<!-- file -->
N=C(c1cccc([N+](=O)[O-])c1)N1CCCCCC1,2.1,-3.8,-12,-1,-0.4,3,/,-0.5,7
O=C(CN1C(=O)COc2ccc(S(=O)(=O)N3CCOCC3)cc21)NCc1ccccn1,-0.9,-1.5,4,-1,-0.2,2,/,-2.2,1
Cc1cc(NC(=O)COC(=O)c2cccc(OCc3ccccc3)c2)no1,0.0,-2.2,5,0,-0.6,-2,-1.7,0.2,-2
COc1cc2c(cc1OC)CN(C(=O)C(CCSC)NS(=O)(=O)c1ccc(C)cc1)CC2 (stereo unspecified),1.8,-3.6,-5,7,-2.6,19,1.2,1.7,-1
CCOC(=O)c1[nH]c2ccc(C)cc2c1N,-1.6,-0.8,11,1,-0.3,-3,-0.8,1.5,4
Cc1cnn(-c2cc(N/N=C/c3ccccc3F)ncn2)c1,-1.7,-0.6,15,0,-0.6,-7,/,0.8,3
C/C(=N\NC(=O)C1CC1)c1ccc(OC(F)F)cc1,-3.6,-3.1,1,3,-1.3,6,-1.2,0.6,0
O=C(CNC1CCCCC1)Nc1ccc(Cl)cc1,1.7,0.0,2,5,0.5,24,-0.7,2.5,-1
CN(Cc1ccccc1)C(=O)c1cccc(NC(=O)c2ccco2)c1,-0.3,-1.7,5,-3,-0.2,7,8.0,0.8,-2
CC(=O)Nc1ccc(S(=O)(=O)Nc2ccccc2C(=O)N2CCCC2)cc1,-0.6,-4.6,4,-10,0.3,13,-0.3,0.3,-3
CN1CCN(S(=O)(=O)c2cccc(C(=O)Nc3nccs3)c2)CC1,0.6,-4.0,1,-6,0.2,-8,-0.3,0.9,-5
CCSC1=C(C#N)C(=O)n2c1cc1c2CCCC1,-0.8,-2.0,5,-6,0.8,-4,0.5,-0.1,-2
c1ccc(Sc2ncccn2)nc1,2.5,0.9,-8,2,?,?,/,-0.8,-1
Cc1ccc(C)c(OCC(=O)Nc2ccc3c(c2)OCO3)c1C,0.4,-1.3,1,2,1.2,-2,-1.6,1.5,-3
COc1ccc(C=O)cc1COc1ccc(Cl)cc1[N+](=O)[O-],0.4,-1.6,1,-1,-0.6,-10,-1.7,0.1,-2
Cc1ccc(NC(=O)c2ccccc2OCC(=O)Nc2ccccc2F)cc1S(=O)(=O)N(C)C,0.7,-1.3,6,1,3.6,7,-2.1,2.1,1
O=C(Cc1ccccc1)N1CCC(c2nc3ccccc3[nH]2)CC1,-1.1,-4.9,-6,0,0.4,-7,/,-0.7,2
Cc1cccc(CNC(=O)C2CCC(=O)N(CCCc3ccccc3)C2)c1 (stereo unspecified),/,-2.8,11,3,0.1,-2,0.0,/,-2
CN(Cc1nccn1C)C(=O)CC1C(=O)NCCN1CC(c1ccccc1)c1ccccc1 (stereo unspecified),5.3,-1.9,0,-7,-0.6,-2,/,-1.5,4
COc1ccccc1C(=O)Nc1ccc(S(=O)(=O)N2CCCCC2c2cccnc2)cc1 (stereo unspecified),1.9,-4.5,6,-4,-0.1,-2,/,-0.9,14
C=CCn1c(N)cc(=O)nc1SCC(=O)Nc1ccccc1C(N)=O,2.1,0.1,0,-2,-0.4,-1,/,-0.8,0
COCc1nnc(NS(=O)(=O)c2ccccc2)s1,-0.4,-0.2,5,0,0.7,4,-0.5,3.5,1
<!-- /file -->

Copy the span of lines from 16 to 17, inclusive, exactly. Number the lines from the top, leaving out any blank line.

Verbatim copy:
Cc1ccc(NC(=O)c2ccccc2OCC(=O)Nc2ccccc2F)cc1S(=O)(=O)N(C)C,0.7,-1.3,6,1,3.6,7,-2.1,2.1,1
O=C(Cc1ccccc1)N1CCC(c2nc3ccccc3[nH]2)CC1,-1.1,-4.9,-6,0,0.4,-7,/,-0.7,2